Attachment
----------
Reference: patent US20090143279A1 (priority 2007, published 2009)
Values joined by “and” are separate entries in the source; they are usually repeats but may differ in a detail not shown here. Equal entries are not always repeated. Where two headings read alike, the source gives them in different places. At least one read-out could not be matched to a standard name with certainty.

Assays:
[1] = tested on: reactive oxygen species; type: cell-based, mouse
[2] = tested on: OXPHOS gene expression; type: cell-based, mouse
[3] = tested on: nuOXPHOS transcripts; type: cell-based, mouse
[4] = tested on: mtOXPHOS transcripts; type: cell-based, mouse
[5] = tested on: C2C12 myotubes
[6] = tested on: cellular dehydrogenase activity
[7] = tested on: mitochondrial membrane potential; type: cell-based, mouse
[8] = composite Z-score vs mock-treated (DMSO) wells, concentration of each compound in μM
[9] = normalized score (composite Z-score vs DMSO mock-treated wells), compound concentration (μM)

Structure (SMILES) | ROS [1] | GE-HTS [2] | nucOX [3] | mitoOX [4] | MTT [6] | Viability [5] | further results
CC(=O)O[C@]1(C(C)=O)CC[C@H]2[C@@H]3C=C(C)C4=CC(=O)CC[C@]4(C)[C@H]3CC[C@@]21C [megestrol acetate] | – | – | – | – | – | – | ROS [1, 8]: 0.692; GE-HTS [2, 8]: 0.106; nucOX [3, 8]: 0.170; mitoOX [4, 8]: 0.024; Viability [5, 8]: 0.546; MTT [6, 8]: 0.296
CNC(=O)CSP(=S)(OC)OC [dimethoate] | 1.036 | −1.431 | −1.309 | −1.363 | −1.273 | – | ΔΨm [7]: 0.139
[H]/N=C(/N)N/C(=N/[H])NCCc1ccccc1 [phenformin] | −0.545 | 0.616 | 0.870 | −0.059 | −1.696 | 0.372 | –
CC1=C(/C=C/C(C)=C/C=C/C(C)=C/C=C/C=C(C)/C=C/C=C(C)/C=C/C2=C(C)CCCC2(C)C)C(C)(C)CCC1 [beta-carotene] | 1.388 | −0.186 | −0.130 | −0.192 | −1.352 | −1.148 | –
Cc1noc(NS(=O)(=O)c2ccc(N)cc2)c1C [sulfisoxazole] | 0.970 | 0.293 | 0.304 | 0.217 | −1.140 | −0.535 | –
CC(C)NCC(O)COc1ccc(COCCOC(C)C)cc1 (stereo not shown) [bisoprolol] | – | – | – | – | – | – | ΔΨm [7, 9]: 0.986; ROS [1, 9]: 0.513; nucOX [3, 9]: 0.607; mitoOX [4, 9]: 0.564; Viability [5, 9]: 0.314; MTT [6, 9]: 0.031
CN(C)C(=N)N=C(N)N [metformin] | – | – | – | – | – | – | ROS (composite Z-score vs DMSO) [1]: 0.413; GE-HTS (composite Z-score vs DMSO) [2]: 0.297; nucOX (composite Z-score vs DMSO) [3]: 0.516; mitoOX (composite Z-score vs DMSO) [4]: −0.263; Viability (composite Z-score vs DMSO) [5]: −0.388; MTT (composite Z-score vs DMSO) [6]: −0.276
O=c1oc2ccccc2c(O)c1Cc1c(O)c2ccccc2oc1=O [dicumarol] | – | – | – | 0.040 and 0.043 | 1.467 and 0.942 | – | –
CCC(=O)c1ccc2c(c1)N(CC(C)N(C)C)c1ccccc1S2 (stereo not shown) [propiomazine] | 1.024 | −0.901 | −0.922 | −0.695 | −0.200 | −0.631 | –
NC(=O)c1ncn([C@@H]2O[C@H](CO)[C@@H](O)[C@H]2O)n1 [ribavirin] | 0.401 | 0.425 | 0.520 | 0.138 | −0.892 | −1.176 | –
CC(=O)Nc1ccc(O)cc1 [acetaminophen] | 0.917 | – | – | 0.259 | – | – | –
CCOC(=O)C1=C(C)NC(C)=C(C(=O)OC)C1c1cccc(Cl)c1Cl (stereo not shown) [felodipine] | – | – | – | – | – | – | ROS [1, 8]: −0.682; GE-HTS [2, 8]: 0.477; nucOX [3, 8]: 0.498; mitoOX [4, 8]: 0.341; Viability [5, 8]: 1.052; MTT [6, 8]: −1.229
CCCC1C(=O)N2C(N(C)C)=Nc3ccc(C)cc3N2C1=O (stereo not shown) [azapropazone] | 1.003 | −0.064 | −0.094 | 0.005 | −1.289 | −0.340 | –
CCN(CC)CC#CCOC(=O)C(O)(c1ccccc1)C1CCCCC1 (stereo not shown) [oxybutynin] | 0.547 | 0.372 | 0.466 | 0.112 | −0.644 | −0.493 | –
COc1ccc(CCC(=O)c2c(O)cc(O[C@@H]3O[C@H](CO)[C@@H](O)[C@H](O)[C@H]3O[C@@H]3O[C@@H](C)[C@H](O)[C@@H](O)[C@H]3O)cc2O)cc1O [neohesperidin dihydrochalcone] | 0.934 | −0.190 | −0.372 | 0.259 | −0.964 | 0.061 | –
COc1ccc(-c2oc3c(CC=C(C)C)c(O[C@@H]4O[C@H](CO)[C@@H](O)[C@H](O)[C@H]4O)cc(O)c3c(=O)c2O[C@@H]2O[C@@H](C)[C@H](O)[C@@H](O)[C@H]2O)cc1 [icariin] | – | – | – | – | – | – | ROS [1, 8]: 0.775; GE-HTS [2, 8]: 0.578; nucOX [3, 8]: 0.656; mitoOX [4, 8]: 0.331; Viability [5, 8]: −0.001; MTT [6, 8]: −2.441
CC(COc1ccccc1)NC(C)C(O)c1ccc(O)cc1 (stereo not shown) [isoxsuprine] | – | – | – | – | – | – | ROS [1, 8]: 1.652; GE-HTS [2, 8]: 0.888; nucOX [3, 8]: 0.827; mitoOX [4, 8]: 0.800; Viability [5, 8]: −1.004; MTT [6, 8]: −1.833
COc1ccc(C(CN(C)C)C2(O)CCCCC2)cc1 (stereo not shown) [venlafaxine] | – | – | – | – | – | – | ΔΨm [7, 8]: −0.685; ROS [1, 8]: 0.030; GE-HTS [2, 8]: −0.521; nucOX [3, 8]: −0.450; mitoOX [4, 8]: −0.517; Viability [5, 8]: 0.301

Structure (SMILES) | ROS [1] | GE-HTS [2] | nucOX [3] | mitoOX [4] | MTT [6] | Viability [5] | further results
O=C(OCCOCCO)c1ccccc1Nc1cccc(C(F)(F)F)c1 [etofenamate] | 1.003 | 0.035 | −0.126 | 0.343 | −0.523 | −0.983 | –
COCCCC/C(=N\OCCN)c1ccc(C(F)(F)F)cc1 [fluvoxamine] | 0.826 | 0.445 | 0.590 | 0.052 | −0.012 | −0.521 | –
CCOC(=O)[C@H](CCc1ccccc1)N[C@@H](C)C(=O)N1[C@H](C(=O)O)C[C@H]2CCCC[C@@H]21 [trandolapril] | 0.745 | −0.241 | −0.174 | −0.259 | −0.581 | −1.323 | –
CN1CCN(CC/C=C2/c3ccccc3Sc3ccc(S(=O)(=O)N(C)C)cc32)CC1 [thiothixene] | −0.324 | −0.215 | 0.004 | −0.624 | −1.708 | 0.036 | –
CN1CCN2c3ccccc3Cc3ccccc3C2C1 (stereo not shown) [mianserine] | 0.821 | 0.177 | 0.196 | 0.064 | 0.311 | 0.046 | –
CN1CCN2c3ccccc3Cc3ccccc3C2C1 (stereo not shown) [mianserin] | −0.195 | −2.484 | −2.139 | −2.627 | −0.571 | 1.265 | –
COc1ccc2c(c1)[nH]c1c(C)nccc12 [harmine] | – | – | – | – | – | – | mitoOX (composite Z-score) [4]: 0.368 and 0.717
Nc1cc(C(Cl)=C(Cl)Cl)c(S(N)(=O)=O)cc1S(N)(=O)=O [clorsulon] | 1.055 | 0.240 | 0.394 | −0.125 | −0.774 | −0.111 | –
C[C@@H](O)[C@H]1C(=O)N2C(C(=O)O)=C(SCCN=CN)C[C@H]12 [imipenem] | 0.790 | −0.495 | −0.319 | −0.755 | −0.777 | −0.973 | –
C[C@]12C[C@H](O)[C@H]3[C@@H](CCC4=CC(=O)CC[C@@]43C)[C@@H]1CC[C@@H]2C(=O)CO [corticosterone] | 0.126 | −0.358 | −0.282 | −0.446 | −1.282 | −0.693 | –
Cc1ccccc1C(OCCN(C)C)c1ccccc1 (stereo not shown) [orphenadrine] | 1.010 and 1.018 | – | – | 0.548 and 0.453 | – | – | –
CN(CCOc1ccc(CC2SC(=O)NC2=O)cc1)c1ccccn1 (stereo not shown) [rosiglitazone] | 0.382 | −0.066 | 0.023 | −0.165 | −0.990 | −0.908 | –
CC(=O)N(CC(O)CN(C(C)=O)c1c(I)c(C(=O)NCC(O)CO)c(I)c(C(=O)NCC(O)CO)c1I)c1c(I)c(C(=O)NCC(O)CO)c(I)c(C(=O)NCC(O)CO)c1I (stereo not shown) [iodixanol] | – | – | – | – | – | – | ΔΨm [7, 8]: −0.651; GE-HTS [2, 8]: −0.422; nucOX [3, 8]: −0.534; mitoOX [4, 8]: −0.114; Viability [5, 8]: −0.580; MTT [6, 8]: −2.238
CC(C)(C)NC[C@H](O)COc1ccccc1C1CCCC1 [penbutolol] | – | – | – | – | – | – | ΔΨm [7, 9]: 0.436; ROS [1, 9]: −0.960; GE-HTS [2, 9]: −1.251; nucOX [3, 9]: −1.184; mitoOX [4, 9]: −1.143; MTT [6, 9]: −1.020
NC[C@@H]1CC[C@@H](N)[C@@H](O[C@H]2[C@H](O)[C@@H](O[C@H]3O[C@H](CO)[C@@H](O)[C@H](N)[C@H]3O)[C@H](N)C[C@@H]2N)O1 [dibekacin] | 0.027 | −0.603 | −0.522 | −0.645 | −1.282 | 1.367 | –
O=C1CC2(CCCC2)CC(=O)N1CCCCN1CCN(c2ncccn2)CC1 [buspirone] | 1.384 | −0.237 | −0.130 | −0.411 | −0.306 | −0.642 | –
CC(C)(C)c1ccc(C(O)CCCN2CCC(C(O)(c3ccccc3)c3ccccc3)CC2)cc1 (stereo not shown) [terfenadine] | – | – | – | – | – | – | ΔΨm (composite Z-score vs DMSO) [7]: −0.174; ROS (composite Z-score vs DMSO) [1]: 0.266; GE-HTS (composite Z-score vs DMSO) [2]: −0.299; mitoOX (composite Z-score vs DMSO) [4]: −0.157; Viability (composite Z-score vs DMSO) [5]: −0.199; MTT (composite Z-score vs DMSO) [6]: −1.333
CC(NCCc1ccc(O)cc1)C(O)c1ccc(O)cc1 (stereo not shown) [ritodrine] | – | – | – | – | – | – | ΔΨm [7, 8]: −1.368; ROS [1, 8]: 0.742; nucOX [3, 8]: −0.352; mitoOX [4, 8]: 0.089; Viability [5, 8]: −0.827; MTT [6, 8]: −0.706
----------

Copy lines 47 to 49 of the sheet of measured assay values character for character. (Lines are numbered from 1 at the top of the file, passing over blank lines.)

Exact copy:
NC[C@@H]1CC[C@@H](N)[C@@H](O[C@H]2[C@H](O)[C@@H](O[C@H]3O[C@H](CO)[C@@H](O)[C@H](N)[C@H]3O)[C@H](N)C[C@@H]2N)O1 [dibekacin] | 0.027 | −0.603 | −0.522 | −0.645 | −1.282 | 1.367 | –
O=C1CC2(CCCC2)CC(=O)N1CCCCN1CCN(c2ncccn2)CC1 [buspirone] | 1.384 | −0.237 | −0.130 | −0.411 | −0.306 | −0.642 | –
CC(C)(C)c1ccc(C(O)CCCN2CCC(C(O)(c3ccccc3)c3ccccc3)CC2)cc1 (stereo not shown) [terfenadine] | – | – | – | – | – | – | ΔΨm (composite Z-score vs DMSO) [7]: −0.174; ROS (composite Z-score vs DMSO) [1]: 0.266; GE-HTS (composite Z-score vs DMSO) [2]: −0.299; mitoOX (composite Z-score vs DMSO) [4]: −0.157; Viability (composite Z-score vs DMSO) [5]: −0.199; MTT (composite Z-score vs DMSO) [6]: −1.333